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Canadian authors of a new study presented Wednesday at IDWeek 2013, a gathering of infectious disease experts, report the first formal success of fecal transplant pills aimed at treating severe recurrent C. diff infections, which U.S. health officials recently named one of the top three antibiotic-related threats in the nation.
Dr. Thomas Louie, an infectious disease expert from the University of Calgary, found a way to package donated stool into vitamin-sized capsules used to repopulate the intestines of C. diff sufferers with beneficial bacteria.
Instead of the typical delivery methods, patients gulped two dozen to three dozen gelatin pills filled with feces that had been spun down to the most beneficial microbes. Of the 27 patients treated, none had a recurrence of C. diff, even though all of them had had at least four bouts of the infection, which can lead to severe disease or death. Louie said he has treated a half-dozen more patients since then, with the same result.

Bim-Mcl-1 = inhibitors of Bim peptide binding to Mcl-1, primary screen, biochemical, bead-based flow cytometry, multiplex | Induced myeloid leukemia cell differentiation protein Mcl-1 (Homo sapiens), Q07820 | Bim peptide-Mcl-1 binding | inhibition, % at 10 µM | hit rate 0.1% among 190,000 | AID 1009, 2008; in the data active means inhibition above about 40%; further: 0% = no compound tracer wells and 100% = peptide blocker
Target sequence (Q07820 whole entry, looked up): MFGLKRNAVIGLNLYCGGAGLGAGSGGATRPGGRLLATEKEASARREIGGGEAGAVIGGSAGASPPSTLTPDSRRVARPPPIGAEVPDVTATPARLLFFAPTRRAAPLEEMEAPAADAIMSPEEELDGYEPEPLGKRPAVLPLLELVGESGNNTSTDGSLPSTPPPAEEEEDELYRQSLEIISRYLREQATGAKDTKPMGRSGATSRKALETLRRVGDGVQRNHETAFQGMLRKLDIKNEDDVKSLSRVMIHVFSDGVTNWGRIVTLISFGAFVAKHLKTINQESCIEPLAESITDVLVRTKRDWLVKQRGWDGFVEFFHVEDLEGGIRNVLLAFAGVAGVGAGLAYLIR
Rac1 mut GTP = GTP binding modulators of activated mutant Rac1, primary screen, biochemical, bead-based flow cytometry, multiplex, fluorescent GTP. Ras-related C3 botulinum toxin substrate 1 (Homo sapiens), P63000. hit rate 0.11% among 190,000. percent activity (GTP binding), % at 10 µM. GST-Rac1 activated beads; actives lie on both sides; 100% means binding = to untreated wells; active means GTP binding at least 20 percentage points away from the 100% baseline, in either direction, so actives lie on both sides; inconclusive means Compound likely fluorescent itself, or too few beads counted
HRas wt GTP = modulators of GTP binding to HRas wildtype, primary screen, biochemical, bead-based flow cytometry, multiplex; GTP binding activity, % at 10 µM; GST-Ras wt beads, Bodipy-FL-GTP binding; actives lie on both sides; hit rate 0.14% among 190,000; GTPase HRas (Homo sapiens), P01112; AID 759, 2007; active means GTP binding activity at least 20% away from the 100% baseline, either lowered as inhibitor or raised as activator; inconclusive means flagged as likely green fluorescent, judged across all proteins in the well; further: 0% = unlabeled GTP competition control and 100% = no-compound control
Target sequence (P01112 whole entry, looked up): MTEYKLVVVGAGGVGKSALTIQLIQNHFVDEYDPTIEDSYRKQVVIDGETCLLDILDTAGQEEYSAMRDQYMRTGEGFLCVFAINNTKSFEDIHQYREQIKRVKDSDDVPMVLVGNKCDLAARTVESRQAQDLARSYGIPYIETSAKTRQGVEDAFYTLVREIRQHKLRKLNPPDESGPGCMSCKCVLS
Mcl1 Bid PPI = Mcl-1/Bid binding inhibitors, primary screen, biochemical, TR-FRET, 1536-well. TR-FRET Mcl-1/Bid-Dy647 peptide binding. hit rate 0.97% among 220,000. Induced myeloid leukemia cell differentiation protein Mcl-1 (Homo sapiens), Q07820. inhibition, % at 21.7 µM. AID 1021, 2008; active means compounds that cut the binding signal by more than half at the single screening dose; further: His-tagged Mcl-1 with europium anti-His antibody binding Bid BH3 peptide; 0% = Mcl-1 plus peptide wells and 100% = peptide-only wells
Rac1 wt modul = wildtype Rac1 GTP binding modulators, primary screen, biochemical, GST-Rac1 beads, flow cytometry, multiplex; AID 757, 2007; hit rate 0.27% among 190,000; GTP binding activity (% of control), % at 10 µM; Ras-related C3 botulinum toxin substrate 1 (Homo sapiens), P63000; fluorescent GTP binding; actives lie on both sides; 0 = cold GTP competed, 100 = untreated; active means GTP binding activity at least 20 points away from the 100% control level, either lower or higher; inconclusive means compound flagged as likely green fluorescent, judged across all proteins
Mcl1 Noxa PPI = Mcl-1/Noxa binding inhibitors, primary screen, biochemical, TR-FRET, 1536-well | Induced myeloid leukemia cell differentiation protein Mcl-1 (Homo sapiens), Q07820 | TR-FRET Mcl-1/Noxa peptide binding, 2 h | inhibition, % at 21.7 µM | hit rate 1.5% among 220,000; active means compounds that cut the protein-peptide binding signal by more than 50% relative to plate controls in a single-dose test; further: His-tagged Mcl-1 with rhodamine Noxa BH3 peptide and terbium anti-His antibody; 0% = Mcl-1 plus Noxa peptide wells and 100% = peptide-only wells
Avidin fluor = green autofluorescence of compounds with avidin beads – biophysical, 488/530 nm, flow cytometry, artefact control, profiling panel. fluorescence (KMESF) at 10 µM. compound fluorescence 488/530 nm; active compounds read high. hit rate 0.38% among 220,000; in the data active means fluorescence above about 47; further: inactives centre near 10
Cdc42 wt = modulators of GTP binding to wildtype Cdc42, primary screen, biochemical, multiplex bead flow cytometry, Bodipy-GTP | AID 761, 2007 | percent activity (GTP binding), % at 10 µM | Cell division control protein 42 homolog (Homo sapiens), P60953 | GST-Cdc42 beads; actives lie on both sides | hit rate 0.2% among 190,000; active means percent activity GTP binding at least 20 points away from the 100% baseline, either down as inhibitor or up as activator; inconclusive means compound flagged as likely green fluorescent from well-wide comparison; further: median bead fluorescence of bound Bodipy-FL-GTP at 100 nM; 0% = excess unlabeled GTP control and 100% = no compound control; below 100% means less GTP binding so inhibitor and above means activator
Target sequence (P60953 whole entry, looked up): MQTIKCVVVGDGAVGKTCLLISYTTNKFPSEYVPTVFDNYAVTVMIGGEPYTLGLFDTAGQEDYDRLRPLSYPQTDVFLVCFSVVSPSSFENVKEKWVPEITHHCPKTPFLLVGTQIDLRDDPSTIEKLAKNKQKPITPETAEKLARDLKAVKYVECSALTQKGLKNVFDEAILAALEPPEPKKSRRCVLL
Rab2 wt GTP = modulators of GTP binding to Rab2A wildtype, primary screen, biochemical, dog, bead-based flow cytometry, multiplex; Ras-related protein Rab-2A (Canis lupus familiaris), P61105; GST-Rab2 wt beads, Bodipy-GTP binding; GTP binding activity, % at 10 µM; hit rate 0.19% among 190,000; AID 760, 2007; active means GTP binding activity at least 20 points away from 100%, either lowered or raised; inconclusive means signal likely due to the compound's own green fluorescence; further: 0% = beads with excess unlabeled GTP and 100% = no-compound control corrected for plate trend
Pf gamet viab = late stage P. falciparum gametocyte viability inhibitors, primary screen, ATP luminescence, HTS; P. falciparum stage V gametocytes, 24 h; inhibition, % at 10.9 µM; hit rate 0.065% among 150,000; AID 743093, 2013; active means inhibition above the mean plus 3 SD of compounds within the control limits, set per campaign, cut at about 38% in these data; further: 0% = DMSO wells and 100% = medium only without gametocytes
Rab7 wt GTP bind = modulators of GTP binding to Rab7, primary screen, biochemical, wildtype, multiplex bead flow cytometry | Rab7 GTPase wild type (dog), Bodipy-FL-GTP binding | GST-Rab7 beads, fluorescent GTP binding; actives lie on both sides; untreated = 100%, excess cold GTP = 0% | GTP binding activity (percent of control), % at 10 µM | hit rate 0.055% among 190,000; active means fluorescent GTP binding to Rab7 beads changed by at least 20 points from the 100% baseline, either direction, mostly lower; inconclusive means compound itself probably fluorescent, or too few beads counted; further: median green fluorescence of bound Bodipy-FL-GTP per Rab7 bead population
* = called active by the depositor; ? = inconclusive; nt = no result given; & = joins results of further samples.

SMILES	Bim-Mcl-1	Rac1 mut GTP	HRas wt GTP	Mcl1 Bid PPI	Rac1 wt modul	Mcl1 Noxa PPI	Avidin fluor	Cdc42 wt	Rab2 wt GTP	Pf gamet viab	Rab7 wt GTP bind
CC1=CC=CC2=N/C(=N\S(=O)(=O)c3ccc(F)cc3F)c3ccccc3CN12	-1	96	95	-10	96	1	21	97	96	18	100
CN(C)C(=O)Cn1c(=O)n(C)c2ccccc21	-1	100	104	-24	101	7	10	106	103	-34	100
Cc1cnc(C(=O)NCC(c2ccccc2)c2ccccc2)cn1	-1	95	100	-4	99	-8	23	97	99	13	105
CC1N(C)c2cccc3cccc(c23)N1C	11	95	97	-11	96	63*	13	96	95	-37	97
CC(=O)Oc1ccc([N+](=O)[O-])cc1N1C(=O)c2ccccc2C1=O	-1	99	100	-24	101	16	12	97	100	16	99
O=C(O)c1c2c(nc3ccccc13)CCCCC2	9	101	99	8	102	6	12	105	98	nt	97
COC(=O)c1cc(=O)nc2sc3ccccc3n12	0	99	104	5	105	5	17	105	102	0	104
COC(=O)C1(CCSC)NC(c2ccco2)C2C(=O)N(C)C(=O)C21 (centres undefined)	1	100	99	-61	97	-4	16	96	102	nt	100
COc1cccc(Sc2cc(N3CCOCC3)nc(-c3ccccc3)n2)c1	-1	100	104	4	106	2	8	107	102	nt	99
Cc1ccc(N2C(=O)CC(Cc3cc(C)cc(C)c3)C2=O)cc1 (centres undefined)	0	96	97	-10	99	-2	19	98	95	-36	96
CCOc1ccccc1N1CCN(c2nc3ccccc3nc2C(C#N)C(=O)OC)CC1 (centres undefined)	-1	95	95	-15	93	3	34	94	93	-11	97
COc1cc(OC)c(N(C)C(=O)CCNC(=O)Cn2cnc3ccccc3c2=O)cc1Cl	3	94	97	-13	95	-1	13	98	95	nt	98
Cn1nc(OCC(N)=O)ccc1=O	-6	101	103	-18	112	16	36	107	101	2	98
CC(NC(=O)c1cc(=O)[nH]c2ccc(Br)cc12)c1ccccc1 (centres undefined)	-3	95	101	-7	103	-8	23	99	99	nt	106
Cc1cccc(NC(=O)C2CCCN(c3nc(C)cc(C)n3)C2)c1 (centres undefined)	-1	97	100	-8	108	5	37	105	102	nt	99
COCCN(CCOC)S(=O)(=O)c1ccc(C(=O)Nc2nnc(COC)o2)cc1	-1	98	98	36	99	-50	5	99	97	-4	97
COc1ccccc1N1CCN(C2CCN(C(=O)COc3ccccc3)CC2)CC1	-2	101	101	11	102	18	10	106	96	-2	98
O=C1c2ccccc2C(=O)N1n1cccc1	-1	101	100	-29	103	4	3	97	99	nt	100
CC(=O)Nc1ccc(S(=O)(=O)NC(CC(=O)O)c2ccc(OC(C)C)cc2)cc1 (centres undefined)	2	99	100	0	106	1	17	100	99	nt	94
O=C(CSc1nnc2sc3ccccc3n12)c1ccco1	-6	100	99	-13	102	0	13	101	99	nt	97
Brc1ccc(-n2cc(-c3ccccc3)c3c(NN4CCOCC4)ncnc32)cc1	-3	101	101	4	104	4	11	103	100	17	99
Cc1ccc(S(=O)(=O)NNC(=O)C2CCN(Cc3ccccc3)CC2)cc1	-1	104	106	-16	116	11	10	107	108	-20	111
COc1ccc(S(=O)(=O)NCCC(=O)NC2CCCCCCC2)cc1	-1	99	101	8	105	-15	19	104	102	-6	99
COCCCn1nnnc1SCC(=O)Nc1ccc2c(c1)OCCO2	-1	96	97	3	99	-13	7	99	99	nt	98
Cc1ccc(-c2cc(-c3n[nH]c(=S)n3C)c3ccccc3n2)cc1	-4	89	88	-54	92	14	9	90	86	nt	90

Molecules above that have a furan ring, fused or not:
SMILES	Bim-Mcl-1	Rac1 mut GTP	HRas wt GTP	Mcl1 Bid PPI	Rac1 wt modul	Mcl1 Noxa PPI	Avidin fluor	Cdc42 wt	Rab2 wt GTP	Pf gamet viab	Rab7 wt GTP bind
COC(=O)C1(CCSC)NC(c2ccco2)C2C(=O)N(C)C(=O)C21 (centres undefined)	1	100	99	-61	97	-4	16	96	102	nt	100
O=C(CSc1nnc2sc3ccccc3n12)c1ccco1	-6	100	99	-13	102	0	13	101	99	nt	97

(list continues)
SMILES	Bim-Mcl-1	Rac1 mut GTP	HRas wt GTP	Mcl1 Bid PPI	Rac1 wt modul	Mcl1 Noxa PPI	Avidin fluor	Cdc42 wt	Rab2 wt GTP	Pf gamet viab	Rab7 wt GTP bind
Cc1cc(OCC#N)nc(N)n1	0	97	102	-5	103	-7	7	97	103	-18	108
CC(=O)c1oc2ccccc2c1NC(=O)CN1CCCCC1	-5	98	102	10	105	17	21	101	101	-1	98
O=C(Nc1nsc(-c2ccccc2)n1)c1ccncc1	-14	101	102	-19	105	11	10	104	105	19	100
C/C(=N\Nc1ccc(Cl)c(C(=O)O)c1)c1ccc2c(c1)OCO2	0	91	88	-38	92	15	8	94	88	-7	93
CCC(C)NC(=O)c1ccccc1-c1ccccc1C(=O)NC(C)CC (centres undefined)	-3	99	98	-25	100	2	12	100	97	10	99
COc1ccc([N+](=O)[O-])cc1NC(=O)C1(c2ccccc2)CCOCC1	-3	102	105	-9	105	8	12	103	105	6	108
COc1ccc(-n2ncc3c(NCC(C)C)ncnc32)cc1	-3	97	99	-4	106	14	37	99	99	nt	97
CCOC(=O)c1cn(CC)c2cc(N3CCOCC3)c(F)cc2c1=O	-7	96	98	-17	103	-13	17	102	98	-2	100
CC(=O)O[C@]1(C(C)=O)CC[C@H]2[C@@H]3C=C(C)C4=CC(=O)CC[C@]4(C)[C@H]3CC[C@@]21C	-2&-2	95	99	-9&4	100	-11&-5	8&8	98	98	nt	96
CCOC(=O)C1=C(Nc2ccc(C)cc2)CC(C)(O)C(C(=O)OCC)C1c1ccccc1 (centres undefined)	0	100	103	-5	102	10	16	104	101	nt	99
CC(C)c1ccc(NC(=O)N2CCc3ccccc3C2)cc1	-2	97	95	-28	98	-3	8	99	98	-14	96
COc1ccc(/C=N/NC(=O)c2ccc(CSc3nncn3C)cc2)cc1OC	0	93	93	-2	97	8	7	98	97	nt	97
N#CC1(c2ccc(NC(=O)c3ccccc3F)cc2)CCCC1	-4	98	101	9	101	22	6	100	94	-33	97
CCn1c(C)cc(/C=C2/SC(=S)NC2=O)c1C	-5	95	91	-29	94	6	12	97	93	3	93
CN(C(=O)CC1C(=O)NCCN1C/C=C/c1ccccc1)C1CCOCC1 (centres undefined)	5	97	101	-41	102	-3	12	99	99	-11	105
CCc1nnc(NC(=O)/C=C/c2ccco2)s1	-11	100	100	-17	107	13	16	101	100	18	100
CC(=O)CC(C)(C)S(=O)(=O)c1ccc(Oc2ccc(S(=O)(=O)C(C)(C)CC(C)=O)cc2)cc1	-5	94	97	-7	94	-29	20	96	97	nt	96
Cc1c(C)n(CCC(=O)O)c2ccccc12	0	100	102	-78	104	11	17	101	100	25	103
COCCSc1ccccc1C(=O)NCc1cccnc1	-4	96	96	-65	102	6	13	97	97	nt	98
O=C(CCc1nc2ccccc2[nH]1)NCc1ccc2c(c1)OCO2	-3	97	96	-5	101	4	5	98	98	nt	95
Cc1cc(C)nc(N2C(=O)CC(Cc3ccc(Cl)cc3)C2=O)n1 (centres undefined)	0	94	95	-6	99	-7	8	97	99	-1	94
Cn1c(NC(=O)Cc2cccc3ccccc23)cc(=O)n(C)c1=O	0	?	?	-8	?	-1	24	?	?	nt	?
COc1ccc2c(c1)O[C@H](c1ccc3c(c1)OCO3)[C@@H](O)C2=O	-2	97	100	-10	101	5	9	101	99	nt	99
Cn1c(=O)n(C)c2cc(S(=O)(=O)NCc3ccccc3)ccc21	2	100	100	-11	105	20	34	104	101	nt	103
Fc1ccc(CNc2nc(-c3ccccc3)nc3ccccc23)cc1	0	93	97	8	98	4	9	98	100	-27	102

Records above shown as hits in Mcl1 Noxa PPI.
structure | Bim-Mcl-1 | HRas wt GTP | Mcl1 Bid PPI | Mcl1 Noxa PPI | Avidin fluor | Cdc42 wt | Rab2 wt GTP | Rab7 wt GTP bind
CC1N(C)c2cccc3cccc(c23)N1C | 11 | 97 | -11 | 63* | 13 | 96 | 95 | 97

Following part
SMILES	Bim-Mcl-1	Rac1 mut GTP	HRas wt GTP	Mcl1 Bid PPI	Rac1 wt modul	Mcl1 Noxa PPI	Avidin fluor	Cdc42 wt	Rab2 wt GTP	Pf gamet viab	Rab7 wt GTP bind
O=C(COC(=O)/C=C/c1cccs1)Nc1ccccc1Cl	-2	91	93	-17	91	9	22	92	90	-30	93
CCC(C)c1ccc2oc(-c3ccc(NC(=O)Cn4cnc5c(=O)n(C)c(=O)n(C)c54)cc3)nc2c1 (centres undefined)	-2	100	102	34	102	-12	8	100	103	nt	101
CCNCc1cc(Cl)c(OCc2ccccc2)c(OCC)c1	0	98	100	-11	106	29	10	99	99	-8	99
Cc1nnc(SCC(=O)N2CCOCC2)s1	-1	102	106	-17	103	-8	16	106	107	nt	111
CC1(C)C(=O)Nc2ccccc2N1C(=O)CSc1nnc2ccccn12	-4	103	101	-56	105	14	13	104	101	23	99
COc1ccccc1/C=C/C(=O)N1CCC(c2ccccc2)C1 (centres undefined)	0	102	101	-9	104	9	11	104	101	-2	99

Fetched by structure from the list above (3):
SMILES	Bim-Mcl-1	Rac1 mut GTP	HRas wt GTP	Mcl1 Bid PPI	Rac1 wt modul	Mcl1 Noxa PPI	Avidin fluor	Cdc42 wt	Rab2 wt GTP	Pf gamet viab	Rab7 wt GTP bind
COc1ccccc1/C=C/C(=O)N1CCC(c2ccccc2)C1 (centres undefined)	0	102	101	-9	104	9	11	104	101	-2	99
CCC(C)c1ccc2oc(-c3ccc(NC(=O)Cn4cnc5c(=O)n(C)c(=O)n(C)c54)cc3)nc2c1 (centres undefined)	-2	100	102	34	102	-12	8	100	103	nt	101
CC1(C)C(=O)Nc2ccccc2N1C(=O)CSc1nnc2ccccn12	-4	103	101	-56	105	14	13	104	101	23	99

The infections sicken about 250,000 people in the U.S. each year and cause an estimated 14,000 deaths, according to the Centers for Disease Control and Prevention. Between 500 and 700 people have had fecal transplants worldwide, doctors estimate. Recent studies have shown that the procedures have been racking up success rates of 90 percent or higher.
A fecal transplant entails your basic enema technique
The question that bothers me is where do they get the donor poop? If this is something they pay for then hey why not make some extra cash instead of flushing lmao...